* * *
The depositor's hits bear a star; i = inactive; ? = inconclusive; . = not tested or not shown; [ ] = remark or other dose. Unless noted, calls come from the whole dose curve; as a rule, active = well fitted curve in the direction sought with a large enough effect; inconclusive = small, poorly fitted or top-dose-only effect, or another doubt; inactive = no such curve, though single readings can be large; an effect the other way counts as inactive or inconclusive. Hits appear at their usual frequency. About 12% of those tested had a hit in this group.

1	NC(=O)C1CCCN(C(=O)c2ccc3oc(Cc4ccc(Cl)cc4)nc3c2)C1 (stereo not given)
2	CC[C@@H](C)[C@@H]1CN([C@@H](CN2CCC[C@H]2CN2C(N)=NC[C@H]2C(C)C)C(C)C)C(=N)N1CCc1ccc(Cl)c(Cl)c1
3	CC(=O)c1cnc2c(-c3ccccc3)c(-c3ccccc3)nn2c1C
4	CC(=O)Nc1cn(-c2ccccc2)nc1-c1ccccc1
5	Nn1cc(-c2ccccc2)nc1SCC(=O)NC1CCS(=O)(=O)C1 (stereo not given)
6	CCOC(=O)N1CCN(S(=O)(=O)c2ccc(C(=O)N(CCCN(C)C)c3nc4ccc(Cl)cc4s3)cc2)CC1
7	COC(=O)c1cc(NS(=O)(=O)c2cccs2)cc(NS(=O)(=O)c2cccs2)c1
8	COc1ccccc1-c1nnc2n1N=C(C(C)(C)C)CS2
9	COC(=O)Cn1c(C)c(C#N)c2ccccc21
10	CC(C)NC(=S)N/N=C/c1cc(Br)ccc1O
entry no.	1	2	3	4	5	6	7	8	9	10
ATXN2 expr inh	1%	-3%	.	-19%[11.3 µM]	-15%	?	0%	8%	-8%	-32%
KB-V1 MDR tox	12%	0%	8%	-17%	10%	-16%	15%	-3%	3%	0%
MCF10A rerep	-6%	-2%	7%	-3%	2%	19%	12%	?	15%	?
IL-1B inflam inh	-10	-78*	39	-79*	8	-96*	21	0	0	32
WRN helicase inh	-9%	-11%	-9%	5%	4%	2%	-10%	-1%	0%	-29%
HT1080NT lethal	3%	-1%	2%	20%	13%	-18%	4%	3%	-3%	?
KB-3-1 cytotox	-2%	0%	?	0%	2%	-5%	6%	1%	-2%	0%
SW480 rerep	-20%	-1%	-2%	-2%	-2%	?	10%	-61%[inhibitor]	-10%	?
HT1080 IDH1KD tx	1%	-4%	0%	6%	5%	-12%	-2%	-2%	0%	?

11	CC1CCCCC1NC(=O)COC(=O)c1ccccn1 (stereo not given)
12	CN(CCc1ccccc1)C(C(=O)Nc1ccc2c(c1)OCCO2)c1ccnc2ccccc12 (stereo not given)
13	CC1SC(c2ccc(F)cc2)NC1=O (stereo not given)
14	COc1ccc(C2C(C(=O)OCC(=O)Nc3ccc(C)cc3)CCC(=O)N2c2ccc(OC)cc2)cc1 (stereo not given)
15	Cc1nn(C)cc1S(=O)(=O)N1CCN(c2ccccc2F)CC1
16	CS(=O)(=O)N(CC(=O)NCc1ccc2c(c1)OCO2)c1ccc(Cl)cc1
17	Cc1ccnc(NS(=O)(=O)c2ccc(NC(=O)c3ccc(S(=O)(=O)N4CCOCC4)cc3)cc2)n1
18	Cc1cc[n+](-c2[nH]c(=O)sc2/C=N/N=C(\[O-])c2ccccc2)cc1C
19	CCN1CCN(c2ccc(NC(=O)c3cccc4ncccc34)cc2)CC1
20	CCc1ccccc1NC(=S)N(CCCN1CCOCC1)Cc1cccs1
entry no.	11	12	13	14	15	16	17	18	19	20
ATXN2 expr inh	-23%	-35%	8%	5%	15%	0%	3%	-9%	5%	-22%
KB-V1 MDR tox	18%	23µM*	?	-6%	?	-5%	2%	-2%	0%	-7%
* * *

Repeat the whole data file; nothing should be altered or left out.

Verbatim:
The depositor's hits bear a star; i = inactive; ? = inconclusive; . = not tested or not shown; [ ] = remark or other dose. Unless noted, calls come from the whole dose curve; as a rule, active = well fitted curve in the direction sought with a large enough effect; inconclusive = small, poorly fitted or top-dose-only effect, or another doubt; inactive = no such curve, though single readings can be large; an effect the other way counts as inactive or inconclusive. Hits appear at their usual frequency. About 12% of those tested had a hit in this group.

1	NC(=O)C1CCCN(C(=O)c2ccc3oc(Cc4ccc(Cl)cc4)nc3c2)C1 (stereo not given)
2	CC[C@@H](C)[C@@H]1CN([C@@H](CN2CCC[C@H]2CN2C(N)=NC[C@H]2C(C)C)C(C)C)C(=N)N1CCc1ccc(Cl)c(Cl)c1
3	CC(=O)c1cnc2c(-c3ccccc3)c(-c3ccccc3)nn2c1C
4	CC(=O)Nc1cn(-c2ccccc2)nc1-c1ccccc1
5	Nn1cc(-c2ccccc2)nc1SCC(=O)NC1CCS(=O)(=O)C1 (stereo not given)
6	CCOC(=O)N1CCN(S(=O)(=O)c2ccc(C(=O)N(CCCN(C)C)c3nc4ccc(Cl)cc4s3)cc2)CC1
7	COC(=O)c1cc(NS(=O)(=O)c2cccs2)cc(NS(=O)(=O)c2cccs2)c1
8	COc1ccccc1-c1nnc2n1N=C(C(C)(C)C)CS2
9	COC(=O)Cn1c(C)c(C#N)c2ccccc21
10	CC(C)NC(=S)N/N=C/c1cc(Br)ccc1O
entry no.	1	2	3	4	5	6	7	8	9	10
ATXN2 expr inh	1%	-3%	.	-19%[11.3 µM]	-15%	?	0%	8%	-8%	-32%
KB-V1 MDR tox	12%	0%	8%	-17%	10%	-16%	15%	-3%	3%	0%
MCF10A rerep	-6%	-2%	7%	-3%	2%	19%	12%	?	15%	?
IL-1B inflam inh	-10	-78*	39	-79*	8	-96*	21	0	0	32
WRN helicase inh	-9%	-11%	-9%	5%	4%	2%	-10%	-1%	0%	-29%
HT1080NT lethal	3%	-1%	2%	20%	13%	-18%	4%	3%	-3%	?
KB-3-1 cytotox	-2%	0%	?	0%	2%	-5%	6%	1%	-2%	0%
SW480 rerep	-20%	-1%	-2%	-2%	-2%	?	10%	-61%[inhibitor]	-10%	?
HT1080 IDH1KD tx	1%	-4%	0%	6%	5%	-12%	-2%	-2%	0%	?

11	CC1CCCCC1NC(=O)COC(=O)c1ccccn1 (stereo not given)
12	CN(CCc1ccccc1)C(C(=O)Nc1ccc2c(c1)OCCO2)c1ccnc2ccccc12 (stereo not given)
13	CC1SC(c2ccc(F)cc2)NC1=O (stereo not given)
14	COc1ccc(C2C(C(=O)OCC(=O)Nc3ccc(C)cc3)CCC(=O)N2c2ccc(OC)cc2)cc1 (stereo not given)
15	Cc1nn(C)cc1S(=O)(=O)N1CCN(c2ccccc2F)CC1
16	CS(=O)(=O)N(CC(=O)NCc1ccc2c(c1)OCO2)c1ccc(Cl)cc1
17	Cc1ccnc(NS(=O)(=O)c2ccc(NC(=O)c3ccc(S(=O)(=O)N4CCOCC4)cc3)cc2)n1
18	Cc1cc[n+](-c2[nH]c(=O)sc2/C=N/N=C(\[O-])c2ccccc2)cc1C
19	CCN1CCN(c2ccc(NC(=O)c3cccc4ncccc34)cc2)CC1
20	CCc1ccccc1NC(=S)N(CCCN1CCOCC1)Cc1cccs1
entry no.	11	12	13	14	15	16	17	18	19	20
ATXN2 expr inh	-23%	-35%	8%	5%	15%	0%	3%	-9%	5%	-22%
KB-V1 MDR tox	18%	23µM*	?	-6%	?	-5%	2%	-2%	0%	-7%